Technology Review: The Google Chromebook

Austin Allen

According to Business Insider, Android powers about 80 percent of the world’s smartphones and 50 percent  of U.S. smartphones. Google Search, Google Play, YouTube, Google Maps and Gmail are the second through sixth top smartphone apps, according to ComScore, Google Chrome is the top web browser worldwide, based on data from Global Statcounter, accounting for about 40 percent of web traffic. Google doesn’t just want Chrome to be your web browser of choice; it wants it to be your hub for productivity, entertainment, reading and browsing. To further this end, Google created Chrome OS in 2009. Centered around the belief that most people spend 90 percent or so of their time surfing the Internet, Chrome OS devices only run on Chrome. While this may sound pointless, the combination of Chrome’s extensive list of web apps from the Web Store and other online services, Chrome OS devices have the ability to do pretty much everything your computer can do. However, this device is marketed as a companion to your regular computer, just lighter and more portable. The crazy part: the Samsung Chromebook is only $249 (with the cheapest Chromebook coming in at $199).

The Samsung Chromebook looks and feels like a cheap, plastic Macbook Air. The comparison is apt, since the two have about the same weight (~2.4 lbs.), screen size (11.6″), resolution (1366×768) and number and type of ports (two USB, power, monitor output and SD card reader). Just like the Air, the Chromebook is ultra portable, so you can throw it in your bag and work wherever. Don’t throw it too hard though; the Chromebook’s plastic material has a pseudo-aluminum paint job, which gets scratched pretty easily. The matte screen doesn’t reproduce some colors correctly and due to its relatively low resolution, my eyes started to fatigue while reading text for longer periods of time, something that never happens on my 2560×1600 touting Nexus 10. The trackpad is plastic instead of the Air’s glass and feels way worse. It’s not too bad if you’re coming from an older Windows computer and it’s really just a learning curve for our spoiled fingers. The Chromebook’s keyboard is almost a carbon copy of Air’s, both in terms of appearance and ease of use, albeit a bit cheaper in quality. The speakers produce shallow sound that is not amazing but not bad. Unlike other Chromebooks, Samsung’s device runs on an ARM processor, the same mobile chip found in the Nexus 10. The device only has 16 GB of storage and Google offers 100 GB of Google Drive storage for free for two years. Paired with 2GB of RAM, the Chromebook does a pretty decent and speedy job zipping around the web, but can get caught up when you try to have 25-plus tabs open.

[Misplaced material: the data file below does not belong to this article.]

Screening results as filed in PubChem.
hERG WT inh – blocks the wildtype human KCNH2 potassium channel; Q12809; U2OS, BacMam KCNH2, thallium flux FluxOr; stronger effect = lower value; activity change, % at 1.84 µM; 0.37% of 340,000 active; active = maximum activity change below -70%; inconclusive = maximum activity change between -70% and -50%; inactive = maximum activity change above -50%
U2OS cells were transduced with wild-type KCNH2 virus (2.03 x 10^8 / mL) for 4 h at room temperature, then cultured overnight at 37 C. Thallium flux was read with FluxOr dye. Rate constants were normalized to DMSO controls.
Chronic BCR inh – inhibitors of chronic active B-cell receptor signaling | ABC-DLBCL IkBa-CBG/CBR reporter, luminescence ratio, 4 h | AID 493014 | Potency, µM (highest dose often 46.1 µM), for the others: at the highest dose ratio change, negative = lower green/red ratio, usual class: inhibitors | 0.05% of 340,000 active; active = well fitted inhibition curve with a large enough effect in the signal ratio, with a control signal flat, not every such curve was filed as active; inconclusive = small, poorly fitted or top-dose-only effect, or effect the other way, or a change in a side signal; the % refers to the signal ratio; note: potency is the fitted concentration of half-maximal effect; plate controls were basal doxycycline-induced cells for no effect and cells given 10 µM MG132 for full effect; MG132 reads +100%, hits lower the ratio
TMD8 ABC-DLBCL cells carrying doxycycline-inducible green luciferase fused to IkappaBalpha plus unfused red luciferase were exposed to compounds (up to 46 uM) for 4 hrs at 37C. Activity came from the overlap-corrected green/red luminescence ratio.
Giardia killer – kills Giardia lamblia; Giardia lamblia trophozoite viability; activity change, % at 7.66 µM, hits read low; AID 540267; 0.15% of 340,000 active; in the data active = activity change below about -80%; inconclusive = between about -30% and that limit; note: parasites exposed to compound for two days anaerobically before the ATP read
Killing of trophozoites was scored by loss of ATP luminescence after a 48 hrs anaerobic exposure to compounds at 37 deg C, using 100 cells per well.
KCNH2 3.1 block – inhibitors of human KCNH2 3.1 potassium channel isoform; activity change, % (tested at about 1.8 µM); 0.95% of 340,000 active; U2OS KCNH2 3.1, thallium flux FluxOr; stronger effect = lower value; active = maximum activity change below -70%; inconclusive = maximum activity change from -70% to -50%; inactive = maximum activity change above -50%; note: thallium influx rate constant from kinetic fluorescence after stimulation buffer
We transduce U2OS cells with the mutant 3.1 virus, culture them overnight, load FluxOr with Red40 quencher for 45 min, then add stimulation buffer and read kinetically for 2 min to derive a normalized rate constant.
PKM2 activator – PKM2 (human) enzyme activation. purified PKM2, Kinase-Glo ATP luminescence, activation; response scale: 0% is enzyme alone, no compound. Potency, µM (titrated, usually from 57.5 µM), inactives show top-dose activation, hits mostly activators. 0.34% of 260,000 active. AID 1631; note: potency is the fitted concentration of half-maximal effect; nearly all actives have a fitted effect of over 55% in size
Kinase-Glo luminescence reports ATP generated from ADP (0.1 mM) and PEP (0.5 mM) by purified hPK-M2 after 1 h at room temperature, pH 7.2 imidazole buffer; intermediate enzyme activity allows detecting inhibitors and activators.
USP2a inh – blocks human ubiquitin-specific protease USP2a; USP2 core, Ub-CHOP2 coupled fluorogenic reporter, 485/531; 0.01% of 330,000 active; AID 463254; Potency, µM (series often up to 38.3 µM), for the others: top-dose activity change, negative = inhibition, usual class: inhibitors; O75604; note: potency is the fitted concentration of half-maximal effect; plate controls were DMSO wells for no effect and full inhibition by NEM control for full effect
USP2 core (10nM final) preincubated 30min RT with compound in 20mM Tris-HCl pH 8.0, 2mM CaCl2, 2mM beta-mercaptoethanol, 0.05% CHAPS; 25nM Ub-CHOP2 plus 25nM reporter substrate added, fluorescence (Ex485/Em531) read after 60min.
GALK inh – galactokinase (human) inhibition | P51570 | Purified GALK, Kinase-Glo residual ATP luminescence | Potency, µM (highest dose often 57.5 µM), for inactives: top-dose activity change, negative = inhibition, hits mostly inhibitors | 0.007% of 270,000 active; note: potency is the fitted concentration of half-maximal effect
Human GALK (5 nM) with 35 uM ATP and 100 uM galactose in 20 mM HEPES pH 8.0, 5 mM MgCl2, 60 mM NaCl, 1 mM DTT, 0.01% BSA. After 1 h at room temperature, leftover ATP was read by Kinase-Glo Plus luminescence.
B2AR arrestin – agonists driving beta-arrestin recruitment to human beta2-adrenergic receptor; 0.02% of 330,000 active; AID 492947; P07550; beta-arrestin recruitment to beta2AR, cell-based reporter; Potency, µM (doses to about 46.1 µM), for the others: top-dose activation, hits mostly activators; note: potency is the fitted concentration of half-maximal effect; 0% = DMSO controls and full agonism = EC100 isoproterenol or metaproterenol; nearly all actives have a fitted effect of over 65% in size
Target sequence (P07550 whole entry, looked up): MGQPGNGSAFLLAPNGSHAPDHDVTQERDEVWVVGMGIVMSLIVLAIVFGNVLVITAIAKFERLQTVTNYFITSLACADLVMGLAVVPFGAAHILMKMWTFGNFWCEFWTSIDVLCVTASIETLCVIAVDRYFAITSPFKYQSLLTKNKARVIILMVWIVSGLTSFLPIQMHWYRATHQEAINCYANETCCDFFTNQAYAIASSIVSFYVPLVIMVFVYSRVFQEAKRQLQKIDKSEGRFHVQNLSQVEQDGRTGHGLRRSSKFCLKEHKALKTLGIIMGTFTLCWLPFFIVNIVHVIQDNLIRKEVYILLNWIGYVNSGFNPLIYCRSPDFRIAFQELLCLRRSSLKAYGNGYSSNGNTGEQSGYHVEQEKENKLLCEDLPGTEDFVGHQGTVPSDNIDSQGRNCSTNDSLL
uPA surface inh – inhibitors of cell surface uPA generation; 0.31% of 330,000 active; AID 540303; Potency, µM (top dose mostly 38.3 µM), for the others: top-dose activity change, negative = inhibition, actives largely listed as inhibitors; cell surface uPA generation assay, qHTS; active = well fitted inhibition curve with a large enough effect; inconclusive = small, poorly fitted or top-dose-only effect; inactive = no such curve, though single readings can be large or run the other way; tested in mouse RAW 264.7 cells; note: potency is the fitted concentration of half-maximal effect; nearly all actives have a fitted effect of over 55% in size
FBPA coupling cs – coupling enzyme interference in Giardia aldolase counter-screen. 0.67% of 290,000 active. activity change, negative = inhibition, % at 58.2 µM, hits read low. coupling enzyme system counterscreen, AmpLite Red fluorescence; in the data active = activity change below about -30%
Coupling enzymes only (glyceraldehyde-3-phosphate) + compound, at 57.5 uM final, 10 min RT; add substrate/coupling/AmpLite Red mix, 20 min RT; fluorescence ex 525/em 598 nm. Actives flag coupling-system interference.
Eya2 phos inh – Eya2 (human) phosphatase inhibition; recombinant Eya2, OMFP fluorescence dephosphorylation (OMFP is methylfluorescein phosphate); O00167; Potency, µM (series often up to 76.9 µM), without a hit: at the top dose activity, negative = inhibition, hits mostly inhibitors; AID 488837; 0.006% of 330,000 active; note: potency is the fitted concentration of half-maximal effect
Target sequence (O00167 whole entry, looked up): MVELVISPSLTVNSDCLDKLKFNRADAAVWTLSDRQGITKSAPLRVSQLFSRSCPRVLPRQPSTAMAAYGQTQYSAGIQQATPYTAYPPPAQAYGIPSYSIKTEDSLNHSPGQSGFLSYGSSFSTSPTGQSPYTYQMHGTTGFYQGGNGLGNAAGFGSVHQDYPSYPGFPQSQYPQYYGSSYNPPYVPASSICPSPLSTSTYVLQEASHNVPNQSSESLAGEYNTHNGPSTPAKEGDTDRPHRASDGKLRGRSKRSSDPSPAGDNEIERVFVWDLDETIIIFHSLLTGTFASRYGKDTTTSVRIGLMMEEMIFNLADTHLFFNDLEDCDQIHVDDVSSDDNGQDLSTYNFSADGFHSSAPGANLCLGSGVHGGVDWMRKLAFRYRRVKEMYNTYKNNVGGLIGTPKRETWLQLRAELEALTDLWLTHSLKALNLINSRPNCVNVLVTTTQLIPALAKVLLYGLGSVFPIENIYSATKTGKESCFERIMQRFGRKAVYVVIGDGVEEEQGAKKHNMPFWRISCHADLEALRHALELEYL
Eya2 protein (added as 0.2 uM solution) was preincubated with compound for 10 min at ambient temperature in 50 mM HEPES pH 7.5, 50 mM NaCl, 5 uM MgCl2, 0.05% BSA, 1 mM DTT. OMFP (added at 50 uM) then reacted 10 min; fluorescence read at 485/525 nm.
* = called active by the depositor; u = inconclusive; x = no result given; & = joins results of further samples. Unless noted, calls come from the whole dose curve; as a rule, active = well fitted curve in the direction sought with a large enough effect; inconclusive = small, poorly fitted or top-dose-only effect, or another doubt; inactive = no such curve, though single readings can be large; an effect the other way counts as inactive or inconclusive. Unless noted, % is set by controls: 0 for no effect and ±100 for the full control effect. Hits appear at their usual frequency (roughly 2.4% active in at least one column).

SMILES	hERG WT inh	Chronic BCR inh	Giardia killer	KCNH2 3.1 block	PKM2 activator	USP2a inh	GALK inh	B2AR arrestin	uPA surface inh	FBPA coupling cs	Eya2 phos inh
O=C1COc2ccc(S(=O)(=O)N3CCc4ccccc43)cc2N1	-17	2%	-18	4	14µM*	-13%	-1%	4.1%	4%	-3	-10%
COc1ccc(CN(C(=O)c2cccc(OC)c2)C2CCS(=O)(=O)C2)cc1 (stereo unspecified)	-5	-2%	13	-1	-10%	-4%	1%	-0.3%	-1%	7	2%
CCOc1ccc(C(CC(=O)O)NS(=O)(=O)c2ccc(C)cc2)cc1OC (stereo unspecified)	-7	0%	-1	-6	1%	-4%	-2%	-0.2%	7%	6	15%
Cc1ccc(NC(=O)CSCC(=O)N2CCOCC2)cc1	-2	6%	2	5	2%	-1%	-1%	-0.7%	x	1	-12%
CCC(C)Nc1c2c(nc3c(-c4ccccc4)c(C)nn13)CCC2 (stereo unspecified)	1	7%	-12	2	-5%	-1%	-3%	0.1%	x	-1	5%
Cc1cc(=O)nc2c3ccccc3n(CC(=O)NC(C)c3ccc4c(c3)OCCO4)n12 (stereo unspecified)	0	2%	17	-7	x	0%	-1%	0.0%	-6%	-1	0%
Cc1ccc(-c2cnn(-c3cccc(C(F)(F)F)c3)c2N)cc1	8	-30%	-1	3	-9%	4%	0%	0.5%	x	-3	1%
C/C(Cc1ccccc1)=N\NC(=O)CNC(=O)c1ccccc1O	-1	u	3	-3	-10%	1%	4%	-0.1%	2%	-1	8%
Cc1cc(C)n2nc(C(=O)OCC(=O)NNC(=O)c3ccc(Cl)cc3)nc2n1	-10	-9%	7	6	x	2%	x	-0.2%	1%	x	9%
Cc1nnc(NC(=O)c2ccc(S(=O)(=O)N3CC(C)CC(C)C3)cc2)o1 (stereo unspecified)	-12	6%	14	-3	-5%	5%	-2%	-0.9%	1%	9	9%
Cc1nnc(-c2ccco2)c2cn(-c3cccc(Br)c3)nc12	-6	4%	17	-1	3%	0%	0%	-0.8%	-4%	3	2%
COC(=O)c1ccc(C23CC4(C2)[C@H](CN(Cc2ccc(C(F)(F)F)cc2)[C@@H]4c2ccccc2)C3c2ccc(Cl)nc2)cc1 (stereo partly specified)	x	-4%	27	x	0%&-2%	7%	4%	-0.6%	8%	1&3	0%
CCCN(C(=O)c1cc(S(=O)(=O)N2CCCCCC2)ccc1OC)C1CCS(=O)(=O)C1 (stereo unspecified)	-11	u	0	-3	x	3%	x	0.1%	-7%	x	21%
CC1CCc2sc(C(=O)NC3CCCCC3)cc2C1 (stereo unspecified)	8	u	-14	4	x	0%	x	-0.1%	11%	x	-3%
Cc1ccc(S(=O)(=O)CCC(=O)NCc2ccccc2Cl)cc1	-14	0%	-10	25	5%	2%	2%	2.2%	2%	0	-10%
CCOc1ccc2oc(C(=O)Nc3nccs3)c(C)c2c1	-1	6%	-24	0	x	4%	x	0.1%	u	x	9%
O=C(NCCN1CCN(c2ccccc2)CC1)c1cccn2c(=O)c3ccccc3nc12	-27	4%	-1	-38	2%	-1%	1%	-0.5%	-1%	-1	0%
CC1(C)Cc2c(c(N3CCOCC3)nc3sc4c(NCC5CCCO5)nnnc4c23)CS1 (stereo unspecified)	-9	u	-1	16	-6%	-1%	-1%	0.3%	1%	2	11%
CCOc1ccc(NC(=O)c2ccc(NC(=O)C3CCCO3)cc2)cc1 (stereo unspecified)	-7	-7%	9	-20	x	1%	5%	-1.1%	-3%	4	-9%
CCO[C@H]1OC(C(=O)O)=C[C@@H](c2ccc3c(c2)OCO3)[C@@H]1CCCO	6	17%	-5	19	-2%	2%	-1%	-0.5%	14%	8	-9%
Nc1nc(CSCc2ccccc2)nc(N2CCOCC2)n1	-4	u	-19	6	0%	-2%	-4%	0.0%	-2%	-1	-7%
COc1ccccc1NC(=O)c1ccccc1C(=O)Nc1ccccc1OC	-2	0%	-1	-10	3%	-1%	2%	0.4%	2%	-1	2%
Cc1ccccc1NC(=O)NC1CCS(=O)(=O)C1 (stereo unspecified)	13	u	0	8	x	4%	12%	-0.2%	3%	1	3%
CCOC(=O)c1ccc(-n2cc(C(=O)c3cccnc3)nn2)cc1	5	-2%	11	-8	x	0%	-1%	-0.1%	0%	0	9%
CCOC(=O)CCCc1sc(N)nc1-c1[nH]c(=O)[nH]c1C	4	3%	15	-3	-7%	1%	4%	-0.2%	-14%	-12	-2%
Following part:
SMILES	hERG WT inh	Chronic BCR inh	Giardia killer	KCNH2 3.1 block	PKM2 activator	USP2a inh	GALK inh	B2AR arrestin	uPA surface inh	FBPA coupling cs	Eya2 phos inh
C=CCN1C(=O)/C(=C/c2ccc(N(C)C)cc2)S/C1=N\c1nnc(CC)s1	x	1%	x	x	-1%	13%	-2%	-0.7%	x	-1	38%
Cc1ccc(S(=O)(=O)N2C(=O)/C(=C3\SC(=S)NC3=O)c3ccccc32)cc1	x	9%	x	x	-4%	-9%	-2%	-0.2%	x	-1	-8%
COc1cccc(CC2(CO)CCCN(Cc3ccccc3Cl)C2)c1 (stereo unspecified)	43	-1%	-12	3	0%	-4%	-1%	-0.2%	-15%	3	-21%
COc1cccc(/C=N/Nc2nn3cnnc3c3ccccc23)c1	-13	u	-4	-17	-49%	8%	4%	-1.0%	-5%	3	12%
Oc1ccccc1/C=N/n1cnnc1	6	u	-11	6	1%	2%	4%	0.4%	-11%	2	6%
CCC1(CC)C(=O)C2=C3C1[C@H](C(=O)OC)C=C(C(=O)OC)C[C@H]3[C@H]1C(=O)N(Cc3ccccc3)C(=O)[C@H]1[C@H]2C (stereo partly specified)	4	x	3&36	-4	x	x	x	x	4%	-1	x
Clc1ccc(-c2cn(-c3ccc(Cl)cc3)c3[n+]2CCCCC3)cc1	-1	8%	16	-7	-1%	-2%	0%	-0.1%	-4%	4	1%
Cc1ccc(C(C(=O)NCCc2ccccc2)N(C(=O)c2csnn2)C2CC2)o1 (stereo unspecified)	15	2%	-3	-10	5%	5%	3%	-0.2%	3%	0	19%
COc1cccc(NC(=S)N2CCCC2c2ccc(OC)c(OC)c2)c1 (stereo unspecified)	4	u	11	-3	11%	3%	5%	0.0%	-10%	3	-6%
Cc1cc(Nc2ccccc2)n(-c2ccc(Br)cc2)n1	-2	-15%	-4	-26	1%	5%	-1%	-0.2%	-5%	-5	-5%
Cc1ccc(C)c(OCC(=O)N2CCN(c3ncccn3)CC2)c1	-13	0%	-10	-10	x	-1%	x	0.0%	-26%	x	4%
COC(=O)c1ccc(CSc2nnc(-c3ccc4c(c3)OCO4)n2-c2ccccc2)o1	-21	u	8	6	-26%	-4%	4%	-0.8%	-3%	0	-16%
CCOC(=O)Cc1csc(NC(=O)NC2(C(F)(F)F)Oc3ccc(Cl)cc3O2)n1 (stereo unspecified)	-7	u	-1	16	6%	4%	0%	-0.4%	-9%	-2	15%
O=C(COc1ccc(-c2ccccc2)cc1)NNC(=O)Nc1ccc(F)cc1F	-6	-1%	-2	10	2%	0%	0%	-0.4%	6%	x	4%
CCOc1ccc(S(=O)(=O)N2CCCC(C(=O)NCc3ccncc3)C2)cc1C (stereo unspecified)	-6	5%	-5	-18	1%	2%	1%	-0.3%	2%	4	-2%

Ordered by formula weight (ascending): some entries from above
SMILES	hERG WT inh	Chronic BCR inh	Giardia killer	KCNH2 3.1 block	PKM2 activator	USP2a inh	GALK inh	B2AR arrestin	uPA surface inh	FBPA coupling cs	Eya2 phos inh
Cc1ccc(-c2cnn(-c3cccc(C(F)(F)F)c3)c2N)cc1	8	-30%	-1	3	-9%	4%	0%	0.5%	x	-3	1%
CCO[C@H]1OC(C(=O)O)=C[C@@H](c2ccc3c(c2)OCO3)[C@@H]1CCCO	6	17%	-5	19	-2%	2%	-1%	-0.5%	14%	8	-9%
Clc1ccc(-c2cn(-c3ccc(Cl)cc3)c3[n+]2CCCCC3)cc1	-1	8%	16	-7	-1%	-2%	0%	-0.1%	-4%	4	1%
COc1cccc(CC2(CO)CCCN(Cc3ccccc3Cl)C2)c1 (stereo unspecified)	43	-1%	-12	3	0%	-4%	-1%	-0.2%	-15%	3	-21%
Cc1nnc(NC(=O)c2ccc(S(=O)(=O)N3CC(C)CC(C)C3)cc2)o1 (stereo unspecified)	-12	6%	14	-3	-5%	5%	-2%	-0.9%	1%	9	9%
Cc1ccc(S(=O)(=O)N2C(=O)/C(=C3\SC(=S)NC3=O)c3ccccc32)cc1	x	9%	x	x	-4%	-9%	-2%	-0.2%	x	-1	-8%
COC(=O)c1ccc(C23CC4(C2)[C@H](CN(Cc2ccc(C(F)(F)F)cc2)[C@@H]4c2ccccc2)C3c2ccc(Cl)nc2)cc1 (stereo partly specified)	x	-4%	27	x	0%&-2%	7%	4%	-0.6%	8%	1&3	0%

Chrome OS is just Google Chrome with a stripped down Windows desktop feeling. Most of the time it is blazing fast and simple. I only had one random reboot when I tried to use the screen capture feature during a Google Hangouts video chat. Since it boots in under 10 seconds, I was back in my video chat before the other person knew what had happened. However, this is not a laptop. Trying to access information stored in my different cloud services was hit or miss. Document editing and searching was fine in Box. Evernote worked less than half the time. When I tried to enable offline support for Google Docs in order to do some work offline, my Chromebook immediately became noticeably slower. Its ARM processor just can’t handle some tasks very well – tasks that would make the Chromebook far more compelling.

The Verdict:

Some people will ask: why would I want a Chromebook? Where does it fit in with my other devices? The Chromebook competes with the Macbook Air (specifically if you are thinking about getting one in addition to your bigger computer) and also with 10-inch tablets. For some who don’t own a tablet and are looking for an affordable companion device, the Chromebook is the perfect option. I found myself far more productive while using Chromebook then I do when using my Nexus 10. But this Chromebook is limited as well. The next generation of Chromebooks should be out this holiday season and I’m waiting on those.

Contact Austin Allen at [email protected]